They need the opportunity to return to regular, sustainable routines, supported by technologies that help make them more efficient, but also more fulfilled because they maximise time with patients, applying their hard-earned education and experience to work at the top of their license.

In aged care, the experience of managing a highly contagious and deadly virus has reinforced the need for a proactive approach to managing the health of residents. Caregivers need predictive tools like the Foresite solution to help them understand which residents are at greatest risk, so they can focus their efforts where they can have the most impact. 

How can technology support older people? 
AI-based technology such as Foresite harnesses a range of passive monitoring technologies to develop a baseline profile of a resident in aged care that highlights changes in health or behaviour. This information can help caregivers see where and when they need to spend their time, identifying heightened risk for falls and early indication of heart issues and even infections. 

In fact, the technology has been shown to accurately predict events like falls, which allows intervention prior to an event occurring, rather than just automating routine processes.

Beyond this, connecting caregivers remotely to seniors to provide efficient care outside of traditional care settings is crucial. During the pandemic, there was a marked increase in the use of telehealth and remote monitoring of vitals, medication management and daily health. 

These technologies fill a major gap in healthcare delivery: care for patients once they’ve been discharged from hospital, or for seniors who need some level of care but don’t need to be in an aged care home. By caring for people effectively in their own homes, we can help reduce the burden on hospitals from readmissions and leverage the expertise of aged care organisations beyond the confines of the four walls of the facility.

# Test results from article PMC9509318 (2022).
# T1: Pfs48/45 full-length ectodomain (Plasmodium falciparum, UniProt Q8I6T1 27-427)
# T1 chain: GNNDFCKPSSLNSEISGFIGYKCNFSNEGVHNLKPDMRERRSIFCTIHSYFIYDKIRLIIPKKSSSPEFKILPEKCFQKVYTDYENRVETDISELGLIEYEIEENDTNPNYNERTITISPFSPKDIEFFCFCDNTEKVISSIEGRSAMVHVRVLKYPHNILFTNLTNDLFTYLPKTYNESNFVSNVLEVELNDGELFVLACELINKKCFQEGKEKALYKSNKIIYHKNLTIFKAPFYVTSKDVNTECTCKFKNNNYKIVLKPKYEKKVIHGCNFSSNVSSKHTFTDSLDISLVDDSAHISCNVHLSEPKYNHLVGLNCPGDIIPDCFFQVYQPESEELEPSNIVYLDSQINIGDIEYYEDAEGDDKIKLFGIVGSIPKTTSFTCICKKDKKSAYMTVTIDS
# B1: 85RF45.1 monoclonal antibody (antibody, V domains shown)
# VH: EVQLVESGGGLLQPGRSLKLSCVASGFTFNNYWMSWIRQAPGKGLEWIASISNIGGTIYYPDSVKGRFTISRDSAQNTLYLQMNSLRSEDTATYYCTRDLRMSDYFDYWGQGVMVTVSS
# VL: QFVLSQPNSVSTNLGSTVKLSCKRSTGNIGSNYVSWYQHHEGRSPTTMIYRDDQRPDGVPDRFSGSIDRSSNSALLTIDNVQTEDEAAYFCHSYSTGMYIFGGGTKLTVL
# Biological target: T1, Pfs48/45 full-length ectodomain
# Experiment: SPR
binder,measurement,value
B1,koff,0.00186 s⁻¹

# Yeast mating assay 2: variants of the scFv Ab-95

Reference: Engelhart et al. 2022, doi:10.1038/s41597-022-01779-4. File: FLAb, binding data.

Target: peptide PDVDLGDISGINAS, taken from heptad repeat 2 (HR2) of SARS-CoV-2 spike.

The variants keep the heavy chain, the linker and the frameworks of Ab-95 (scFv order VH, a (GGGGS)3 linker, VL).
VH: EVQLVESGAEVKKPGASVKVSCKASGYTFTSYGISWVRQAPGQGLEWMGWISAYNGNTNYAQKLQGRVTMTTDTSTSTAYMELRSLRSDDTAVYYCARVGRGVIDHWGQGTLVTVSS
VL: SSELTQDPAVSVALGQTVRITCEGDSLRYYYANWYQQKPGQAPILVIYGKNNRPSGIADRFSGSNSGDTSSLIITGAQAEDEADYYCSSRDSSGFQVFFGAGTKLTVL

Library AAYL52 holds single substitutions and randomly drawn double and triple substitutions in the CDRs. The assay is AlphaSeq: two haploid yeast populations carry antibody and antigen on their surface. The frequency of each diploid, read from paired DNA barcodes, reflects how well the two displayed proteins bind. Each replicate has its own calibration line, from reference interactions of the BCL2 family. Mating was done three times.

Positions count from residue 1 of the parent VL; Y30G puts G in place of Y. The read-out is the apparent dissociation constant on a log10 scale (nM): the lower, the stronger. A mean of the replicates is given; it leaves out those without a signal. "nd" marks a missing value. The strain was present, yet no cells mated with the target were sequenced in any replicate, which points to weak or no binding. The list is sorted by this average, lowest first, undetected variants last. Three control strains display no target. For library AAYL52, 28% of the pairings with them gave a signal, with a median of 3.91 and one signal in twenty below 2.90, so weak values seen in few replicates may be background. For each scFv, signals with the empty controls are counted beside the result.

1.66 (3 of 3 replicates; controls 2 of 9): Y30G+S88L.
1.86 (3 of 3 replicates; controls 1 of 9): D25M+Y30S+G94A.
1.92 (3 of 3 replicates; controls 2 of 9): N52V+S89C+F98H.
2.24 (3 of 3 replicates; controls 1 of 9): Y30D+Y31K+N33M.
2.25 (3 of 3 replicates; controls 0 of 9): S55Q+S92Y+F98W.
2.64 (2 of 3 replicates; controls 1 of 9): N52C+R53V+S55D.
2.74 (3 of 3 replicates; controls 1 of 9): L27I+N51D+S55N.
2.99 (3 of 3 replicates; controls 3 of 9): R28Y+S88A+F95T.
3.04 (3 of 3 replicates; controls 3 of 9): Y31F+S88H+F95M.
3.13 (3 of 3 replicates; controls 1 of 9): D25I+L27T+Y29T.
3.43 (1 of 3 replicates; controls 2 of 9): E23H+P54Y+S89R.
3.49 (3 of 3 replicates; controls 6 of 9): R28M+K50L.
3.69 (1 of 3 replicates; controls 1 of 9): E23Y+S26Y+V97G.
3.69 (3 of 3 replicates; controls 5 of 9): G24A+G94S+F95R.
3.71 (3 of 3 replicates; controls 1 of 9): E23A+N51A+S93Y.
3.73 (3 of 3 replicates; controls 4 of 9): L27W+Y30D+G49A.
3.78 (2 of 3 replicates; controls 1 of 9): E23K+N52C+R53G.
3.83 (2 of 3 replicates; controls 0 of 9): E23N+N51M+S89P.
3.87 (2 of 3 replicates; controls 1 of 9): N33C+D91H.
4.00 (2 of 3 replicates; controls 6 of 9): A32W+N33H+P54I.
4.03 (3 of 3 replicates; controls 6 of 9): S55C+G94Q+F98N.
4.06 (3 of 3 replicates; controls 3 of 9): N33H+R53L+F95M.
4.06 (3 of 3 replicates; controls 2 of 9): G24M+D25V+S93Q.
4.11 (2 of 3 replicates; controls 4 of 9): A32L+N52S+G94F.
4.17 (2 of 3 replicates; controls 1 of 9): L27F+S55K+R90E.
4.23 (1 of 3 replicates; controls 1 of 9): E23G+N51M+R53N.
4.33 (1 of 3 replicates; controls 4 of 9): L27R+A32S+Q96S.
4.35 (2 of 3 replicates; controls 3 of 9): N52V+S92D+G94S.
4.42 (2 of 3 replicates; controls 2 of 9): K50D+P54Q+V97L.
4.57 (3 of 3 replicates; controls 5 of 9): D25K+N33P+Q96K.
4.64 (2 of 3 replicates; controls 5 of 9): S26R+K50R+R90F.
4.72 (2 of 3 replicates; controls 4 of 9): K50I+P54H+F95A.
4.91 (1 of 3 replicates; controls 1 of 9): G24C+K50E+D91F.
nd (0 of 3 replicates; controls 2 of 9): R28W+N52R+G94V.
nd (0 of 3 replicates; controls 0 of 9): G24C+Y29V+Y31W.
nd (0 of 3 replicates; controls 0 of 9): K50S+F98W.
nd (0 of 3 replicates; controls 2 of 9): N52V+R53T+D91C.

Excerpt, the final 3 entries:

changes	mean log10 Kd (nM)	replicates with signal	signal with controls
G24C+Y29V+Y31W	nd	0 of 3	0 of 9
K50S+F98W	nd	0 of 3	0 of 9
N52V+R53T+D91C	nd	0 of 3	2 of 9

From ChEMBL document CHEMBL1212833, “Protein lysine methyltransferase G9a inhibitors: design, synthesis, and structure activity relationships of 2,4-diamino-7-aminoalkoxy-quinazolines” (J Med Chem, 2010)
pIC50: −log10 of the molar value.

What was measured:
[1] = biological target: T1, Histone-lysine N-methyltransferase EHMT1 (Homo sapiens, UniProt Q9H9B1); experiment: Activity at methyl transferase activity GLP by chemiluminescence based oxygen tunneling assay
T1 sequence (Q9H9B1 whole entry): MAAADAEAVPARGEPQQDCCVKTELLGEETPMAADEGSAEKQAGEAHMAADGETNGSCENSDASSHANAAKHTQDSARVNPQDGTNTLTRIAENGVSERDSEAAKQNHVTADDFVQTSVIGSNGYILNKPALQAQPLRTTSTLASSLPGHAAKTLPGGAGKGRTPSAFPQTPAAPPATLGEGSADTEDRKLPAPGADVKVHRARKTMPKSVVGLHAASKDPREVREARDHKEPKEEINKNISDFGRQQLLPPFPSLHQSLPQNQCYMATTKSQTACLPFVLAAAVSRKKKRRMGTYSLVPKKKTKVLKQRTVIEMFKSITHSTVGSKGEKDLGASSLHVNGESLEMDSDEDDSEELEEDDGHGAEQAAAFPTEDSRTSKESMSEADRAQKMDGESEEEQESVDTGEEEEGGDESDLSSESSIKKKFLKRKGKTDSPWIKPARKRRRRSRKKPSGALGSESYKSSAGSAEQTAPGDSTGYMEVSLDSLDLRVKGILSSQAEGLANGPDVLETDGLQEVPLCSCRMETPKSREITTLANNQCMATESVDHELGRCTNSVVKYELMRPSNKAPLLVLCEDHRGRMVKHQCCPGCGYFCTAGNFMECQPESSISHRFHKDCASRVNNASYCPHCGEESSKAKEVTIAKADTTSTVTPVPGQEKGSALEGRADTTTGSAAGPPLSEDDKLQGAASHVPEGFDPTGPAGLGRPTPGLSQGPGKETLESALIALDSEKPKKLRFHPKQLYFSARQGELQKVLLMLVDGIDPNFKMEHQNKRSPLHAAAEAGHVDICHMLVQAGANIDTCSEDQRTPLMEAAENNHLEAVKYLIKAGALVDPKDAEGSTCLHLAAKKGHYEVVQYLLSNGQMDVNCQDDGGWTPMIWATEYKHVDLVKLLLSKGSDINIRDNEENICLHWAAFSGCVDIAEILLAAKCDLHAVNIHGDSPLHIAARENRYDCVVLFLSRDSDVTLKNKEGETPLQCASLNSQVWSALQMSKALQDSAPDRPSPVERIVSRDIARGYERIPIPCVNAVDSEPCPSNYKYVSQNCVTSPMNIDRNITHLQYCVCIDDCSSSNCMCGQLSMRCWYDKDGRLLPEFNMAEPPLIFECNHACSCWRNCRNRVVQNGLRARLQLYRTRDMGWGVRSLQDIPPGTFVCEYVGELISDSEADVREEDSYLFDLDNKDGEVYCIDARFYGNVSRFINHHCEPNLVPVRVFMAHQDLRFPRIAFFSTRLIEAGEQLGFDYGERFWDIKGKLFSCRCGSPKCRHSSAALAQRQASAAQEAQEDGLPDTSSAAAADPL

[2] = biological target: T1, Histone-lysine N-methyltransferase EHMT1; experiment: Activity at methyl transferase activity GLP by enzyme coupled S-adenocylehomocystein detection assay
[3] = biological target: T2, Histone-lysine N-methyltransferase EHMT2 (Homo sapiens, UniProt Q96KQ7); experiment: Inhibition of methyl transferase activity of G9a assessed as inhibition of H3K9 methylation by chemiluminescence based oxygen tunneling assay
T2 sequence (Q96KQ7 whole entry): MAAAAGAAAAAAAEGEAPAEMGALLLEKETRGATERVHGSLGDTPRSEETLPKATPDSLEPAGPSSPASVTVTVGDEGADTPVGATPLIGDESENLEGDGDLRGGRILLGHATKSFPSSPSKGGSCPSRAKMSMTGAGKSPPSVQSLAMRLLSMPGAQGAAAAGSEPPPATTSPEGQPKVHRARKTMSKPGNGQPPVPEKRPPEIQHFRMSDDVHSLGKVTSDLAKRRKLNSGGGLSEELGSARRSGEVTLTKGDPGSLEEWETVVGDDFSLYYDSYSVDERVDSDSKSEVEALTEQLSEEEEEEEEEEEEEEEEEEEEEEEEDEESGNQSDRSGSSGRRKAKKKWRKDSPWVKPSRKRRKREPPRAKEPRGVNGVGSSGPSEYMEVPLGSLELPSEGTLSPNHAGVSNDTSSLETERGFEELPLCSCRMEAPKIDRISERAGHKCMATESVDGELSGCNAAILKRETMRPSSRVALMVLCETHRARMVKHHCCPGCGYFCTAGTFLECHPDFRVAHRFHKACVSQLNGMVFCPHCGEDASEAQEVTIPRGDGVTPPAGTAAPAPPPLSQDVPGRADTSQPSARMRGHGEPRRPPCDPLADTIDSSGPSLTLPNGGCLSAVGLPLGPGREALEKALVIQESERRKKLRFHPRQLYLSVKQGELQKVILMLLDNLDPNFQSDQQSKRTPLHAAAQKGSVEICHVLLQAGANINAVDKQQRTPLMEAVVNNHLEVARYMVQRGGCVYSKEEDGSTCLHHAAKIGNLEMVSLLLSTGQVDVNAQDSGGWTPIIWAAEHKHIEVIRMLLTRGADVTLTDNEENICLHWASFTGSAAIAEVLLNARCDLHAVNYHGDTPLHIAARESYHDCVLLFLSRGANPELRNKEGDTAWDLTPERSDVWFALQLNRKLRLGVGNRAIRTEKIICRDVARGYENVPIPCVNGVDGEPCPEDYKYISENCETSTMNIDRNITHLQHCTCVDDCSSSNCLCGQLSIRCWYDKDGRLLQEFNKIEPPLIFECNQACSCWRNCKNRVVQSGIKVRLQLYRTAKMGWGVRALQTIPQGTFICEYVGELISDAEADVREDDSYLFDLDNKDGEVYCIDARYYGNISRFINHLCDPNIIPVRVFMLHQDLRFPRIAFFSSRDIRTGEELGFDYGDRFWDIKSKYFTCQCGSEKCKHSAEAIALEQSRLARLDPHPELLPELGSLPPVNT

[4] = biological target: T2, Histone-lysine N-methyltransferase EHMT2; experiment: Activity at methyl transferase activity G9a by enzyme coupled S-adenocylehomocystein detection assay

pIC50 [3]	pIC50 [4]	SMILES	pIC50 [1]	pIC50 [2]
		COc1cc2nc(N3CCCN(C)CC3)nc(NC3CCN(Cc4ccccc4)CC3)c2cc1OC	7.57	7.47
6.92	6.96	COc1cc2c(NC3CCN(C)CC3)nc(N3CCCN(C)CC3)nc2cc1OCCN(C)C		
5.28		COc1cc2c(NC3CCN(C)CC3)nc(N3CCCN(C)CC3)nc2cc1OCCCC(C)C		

A lot of care is in fact delivered by unpaid carers. How can they be better supported with tech?

The remote monitoring technology that professional caregivers have access to can, in turn, also provide information and support to unpaid caregivers. For example, helping ensure a loved one is taking their medication, or knowing when they might be experiencing a change in health that can put them at risk. 

Human observation is inherently limited, no matter how often you see a loved one, and you can’t always rely on what a senior says about themselves. It’s very common that they downplay problems, because no one wants to be a burden or relinquish their independence. 

Remote solutions that connect family to an older relative help increase safety and wellbeing for the senior and reduce the burden on caregivers. They also make possible care decisions based on facts. At some point, a senior may need to transition to an aged care setting, which is often a difficult family conversation. This is an area where we can offer support to unpaid caregivers – reassurance during what is typically a very stressful period for the people providing that care. 

In Japan several large hospitals are deploying robot nurses. Is this a potential solution? 
I think the best path for robotics in healthcare is to focus on the root problem. It’s about dealing with a limited number of caregivers for a population that’s rapidly aging. Robotic technologies offer solutions that support the human healthcare providers with the information they need to make better and faster decisions about care. It’s about convergence and use of technology rather than a specific solution such as a robotic nurse.

This technology could be in the form of AI and machine learning or a robotic agent for routine administrative tasks. Removing low-value activities that distract caregivers from giving care is a key focus when it comes to robotics in healthcare. This automation can free up time for caregivers to spend more time with patients while optimising workflows. 

Robots in this sense don’t replace humans. They are leveraged for what they do well – repetitive routines done with speed and precision – while humans are given the time and space to deliver what ultimately we all want: human-centered care.